Editorial Information

Editor-in-Chief

Renee Dufault
Food Ingredient and Health Research Institute

Article Type

Research Article

Publication history

Received date: January 03, 2017
Accepted date: January 21, 2017
Published date: January 25, 2017

Copyright

© 2017 Roman P. This is an open-access article distributed under the terms of the Creative Commons Attribution License, which permits unrestricted use, distribution, and reproduction in any medium, provided the original author and source are credited.

Citation

Roman P (2017) Vegetarian children and adolescents’ anthropometric characteristics do not significantly differ from their non-vegetarian counterparts. Integr Food Nutr Metab 4: DOI: 10.15761/IFNM.1000178.

Corresponding author

Pawlak Roman

Department of Nutrition Science, East Carolina University, Rivers West 337, Greenville, NC 27858, USA

Table 1. Anthropometric characteristics of the sample

 

Vegetarian

Non-vegetarian

Gender

Girls=108

Girls=181

Boys=110

Boys=127

Mean (range) Age

Girls=10.41 (3-20)

Girls=12.09 (3-20)

Boys=10.27 (3-19)

Boys=12.64 (3-18)

Ethnic background

African American=51

African American=102

Asian American=1

Asian American=7

Caucasian=90

Caucasian=29

Hispanic American=36

Hispanic American=93

Mixed=37

Mixed=77

Missing=3

 

Table 2. Anthropometric findings based on CDC’s growth charts

Percentiles

Total %
(N=526)

Vegetarian Girls
(108)

Non-vegetarian girls
(181)

Vegetarian Boys
(110)

Non-vegetarian boys
(127)

Count (%)

Count (%)

Count %)

Count (%)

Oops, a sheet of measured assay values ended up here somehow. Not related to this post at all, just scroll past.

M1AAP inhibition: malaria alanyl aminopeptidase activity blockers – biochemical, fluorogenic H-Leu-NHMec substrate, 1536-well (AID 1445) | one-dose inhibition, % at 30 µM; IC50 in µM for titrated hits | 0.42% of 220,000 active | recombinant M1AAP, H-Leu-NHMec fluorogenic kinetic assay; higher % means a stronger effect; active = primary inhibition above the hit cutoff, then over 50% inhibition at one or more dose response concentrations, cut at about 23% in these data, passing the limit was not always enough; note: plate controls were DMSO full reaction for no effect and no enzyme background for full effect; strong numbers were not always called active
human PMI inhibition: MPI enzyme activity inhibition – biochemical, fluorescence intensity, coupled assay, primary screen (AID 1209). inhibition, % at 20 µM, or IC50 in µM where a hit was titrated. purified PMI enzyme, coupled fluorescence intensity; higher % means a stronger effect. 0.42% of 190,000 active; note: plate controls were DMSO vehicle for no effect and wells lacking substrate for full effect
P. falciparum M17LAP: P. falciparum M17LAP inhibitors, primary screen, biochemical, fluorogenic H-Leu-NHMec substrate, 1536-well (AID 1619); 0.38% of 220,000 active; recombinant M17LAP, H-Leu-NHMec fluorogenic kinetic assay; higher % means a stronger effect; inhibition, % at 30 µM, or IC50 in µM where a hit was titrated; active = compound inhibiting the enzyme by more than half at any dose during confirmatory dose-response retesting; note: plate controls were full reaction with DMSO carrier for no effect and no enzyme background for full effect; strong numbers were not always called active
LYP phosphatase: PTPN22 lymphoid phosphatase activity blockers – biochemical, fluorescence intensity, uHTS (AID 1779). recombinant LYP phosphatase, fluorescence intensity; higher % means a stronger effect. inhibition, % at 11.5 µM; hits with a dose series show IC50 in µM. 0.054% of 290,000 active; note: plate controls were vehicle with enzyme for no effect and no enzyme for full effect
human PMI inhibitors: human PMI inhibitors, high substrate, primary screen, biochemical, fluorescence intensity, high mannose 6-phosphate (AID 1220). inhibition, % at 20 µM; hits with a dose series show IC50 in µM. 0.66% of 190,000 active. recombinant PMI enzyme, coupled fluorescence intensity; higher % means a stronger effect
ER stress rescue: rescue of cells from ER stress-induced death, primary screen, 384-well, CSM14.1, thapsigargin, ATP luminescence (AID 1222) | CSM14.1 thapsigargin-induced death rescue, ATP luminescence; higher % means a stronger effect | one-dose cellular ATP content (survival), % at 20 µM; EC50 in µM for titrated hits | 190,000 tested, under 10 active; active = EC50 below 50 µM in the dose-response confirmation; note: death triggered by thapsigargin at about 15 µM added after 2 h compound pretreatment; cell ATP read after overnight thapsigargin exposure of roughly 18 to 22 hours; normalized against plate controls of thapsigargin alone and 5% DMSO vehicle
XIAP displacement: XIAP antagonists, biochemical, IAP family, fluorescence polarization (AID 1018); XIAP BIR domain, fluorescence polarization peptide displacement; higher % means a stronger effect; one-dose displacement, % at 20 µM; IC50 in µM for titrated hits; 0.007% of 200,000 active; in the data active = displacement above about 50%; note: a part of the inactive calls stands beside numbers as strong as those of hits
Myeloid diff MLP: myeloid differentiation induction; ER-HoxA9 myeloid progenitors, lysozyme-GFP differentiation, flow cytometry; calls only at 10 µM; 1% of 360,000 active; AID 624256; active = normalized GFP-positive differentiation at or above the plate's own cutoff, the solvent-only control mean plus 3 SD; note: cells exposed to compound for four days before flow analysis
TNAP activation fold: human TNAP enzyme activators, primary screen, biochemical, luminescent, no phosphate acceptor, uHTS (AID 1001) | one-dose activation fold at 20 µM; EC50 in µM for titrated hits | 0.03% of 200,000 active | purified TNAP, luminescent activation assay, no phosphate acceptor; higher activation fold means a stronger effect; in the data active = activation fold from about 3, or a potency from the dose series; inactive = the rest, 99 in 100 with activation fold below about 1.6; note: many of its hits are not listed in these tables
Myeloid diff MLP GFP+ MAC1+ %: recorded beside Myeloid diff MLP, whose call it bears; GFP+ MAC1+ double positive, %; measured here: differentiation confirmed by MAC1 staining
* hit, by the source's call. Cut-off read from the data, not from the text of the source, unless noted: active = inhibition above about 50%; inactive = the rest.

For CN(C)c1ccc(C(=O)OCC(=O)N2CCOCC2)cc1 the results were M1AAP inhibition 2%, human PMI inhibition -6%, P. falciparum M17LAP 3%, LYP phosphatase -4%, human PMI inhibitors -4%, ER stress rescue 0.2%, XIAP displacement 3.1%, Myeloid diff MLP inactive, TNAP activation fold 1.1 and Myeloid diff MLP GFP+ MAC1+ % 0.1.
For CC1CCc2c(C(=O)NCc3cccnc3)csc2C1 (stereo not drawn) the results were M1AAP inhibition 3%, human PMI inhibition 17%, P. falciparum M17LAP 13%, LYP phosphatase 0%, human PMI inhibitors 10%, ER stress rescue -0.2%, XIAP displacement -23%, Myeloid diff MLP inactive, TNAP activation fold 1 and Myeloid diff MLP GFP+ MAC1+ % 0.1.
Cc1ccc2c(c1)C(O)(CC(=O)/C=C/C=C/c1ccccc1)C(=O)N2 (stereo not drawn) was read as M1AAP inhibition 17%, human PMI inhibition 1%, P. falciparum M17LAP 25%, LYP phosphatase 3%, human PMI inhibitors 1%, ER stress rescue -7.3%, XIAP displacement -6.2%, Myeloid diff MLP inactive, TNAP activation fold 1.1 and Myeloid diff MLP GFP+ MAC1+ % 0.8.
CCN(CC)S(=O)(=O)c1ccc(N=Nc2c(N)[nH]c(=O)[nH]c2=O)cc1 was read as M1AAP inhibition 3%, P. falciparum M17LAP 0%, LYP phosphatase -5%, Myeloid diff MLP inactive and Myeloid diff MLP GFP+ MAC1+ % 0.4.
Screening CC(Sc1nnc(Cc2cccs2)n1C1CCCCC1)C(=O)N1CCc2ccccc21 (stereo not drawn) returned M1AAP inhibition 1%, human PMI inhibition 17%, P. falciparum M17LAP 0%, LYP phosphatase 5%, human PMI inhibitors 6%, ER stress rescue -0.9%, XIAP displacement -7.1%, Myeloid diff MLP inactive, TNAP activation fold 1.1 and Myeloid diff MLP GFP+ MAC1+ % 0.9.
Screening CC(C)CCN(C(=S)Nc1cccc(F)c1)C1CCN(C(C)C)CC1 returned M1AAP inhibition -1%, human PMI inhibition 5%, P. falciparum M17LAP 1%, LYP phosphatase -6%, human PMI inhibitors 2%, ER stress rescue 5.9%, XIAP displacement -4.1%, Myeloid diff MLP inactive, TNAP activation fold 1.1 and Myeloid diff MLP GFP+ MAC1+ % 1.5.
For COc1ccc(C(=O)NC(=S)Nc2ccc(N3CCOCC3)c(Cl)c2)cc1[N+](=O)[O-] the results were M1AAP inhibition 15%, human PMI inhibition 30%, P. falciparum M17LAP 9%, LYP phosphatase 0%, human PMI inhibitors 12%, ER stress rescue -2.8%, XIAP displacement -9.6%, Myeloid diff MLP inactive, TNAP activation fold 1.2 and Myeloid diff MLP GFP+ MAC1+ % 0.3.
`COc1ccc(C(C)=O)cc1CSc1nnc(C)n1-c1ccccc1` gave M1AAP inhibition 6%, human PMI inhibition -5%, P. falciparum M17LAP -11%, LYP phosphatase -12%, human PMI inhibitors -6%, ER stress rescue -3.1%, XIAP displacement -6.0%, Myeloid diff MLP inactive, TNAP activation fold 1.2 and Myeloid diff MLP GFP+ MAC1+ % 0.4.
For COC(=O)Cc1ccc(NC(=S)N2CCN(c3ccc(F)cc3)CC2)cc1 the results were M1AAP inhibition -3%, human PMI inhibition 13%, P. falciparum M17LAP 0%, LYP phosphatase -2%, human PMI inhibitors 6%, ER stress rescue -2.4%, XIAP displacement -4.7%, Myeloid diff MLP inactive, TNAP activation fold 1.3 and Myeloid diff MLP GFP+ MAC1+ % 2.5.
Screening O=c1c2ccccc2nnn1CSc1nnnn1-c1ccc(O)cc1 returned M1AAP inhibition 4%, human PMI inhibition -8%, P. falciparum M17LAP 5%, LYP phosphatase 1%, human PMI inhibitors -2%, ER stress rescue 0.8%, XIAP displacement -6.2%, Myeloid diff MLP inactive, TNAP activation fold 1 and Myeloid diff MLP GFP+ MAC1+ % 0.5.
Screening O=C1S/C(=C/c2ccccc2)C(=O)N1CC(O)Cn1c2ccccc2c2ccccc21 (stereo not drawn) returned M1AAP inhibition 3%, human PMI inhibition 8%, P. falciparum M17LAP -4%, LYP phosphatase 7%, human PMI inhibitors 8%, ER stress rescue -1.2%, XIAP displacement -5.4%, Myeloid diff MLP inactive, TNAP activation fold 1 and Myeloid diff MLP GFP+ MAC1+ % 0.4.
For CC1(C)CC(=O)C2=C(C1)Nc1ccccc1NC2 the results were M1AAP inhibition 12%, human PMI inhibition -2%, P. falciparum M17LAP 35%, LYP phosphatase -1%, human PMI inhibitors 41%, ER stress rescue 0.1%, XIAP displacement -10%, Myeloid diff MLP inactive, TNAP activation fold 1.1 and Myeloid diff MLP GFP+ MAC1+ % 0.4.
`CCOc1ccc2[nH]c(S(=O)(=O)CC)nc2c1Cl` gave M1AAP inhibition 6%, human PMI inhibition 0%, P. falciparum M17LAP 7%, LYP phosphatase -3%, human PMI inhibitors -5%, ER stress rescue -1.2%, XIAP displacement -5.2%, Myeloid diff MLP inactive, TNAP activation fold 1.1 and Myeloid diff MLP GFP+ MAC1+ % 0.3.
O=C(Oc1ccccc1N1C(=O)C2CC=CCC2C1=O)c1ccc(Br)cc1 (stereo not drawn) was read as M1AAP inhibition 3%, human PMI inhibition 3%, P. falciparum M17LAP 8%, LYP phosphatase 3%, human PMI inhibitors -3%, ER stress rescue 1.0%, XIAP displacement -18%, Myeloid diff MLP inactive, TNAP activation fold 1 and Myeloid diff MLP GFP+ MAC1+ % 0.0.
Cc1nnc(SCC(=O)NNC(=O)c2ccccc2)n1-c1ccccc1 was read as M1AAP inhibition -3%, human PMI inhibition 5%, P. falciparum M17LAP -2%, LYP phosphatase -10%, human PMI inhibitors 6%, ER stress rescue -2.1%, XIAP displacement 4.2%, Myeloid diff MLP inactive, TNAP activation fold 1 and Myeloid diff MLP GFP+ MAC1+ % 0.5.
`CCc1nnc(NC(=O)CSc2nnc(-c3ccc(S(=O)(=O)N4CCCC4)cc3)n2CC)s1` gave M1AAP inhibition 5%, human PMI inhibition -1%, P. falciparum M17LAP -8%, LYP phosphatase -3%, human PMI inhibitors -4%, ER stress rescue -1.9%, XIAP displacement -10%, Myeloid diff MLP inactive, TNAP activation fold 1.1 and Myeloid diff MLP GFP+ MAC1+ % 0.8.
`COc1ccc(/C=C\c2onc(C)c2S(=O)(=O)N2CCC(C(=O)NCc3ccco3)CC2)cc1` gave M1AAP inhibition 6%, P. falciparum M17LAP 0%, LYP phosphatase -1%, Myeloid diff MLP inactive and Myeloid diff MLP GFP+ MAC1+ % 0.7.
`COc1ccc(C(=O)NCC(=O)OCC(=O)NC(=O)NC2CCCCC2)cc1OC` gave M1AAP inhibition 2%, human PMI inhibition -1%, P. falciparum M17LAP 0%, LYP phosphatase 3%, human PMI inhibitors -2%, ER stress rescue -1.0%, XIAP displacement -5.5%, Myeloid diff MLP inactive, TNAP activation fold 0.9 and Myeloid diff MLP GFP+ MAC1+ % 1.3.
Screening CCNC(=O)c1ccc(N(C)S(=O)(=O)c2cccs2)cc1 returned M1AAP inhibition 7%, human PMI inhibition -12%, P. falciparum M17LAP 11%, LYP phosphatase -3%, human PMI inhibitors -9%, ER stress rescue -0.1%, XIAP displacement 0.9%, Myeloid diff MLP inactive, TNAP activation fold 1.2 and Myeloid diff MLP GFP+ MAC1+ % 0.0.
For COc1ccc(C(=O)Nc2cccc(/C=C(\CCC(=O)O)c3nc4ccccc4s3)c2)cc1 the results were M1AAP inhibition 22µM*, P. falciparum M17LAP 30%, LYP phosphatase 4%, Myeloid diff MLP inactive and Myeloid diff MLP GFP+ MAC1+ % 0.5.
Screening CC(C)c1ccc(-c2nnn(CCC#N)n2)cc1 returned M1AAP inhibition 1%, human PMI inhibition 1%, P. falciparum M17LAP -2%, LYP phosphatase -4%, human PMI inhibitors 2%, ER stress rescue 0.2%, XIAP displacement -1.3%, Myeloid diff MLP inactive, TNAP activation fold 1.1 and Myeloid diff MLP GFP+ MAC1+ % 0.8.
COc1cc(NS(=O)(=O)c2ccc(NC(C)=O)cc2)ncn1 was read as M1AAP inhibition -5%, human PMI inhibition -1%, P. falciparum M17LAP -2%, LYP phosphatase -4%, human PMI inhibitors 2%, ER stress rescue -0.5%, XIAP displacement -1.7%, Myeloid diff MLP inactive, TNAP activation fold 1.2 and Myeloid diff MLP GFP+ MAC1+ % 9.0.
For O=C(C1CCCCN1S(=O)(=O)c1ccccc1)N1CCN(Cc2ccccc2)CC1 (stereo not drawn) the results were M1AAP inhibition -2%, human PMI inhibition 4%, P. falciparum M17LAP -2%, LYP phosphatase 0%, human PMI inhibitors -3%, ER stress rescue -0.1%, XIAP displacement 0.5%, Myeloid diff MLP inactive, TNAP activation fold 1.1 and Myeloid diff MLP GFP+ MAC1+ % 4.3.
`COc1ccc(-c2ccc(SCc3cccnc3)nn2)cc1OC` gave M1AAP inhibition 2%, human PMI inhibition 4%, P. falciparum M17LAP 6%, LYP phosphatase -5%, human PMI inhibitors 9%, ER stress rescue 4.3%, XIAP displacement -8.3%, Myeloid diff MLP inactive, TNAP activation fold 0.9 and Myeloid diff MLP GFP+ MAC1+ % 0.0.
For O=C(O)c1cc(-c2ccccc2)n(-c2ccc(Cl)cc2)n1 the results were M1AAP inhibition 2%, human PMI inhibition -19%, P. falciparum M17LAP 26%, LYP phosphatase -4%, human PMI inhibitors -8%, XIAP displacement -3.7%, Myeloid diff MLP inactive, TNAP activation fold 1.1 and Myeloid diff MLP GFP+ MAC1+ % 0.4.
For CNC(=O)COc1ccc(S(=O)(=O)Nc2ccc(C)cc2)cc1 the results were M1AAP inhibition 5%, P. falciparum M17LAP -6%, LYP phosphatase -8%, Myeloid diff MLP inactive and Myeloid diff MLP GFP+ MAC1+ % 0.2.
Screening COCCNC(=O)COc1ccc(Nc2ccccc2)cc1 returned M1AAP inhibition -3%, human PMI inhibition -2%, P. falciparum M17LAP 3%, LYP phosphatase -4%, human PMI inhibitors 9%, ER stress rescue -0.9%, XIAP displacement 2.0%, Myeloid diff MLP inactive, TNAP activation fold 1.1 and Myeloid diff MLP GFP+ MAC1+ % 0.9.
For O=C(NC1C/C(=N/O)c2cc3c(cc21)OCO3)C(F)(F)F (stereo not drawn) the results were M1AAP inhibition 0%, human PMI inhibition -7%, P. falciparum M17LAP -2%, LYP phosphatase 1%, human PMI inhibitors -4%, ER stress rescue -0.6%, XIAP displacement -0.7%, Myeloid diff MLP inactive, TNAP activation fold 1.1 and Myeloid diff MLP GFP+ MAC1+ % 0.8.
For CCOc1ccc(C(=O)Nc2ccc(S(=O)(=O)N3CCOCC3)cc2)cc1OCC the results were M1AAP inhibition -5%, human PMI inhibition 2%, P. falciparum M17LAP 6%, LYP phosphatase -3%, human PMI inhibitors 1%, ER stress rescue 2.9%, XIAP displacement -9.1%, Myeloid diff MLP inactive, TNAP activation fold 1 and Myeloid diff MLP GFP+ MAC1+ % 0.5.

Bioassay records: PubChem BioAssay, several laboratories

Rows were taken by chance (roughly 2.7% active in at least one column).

Count %)

Length-for-age

N=504

N=99

 N=164

N=108

N=127

     <5th

50 (9.9%)

14 (14.1%)

17 (10.4%)

11 (10.2%)

6 (4.7%)

     5th -<10th

26 (5.2%)

10 (10.1%)

8 (4.9%)

4 (3.7%)

4 (3.1%)

     10th-<85th

303 (60.1%)

54 (54.5%)

94 (57.3%)

62 (57.4%)

89 (70.1%)

     85th-<95th

59 (11.7%)

8 (8.1%)

22 (13.4%)

16 (14.8%)

13 (10.2%)

      95th

66 (13.1%)

13 (13.1%)

23 (14.0%)

15 (13.9%)

15 (11.8%)

Weight-for-age

N=506

N=104

N=167

 N=107

N=123

     <5th

32 (6.3%)

14 (13.5%)

8 (4.8%)

5 (4.7%)

3 (2.4%)

     5th-<10th

7 (1.4%)

0 (0%)

2 (1.2%)

4 (3.7%)

1 (0.8%)

     10th-<85th

311 (61.5%)

70 (67.3%)

102 (61.1%)

69 (64.5%)

67 (54.5%)

     85th-<95th

84 (16.6%)

14 (13.5%)

30 (18.0%)

11 (10.3%)

29 (23.6%)

     ≥95th

72 (14.2%)

6 (5.8%)

25 (15.0%)

18 (16.8%)

23 (18.7%)

BMI-for-age

N=484

N=95

N=157

N=107

N=120

     <5th

26 (5.4%)

10 (10.5%)

4 (2.5%)

10 (9.3%)

3 (2.5%)

     5th- <10th

18 (3.7%)

3 (3.2%)

4 (2.5%)

6 (5.6%)

4 (3.3%)

     10th-<85th

282 (58.3%)

55 (57.9%)

97 (61.8%)

59 (55.1%)

66 (55%)

     85th-<95th

90 (18.6%)

18 (18.9%)

32 (20.4%)

17 (15.9%)

23 (19.2%)

     ≥95th

68 (14.0%)

9 (9.5%)

20 (12.7%)

15 (14.0%)

24 (20.0%)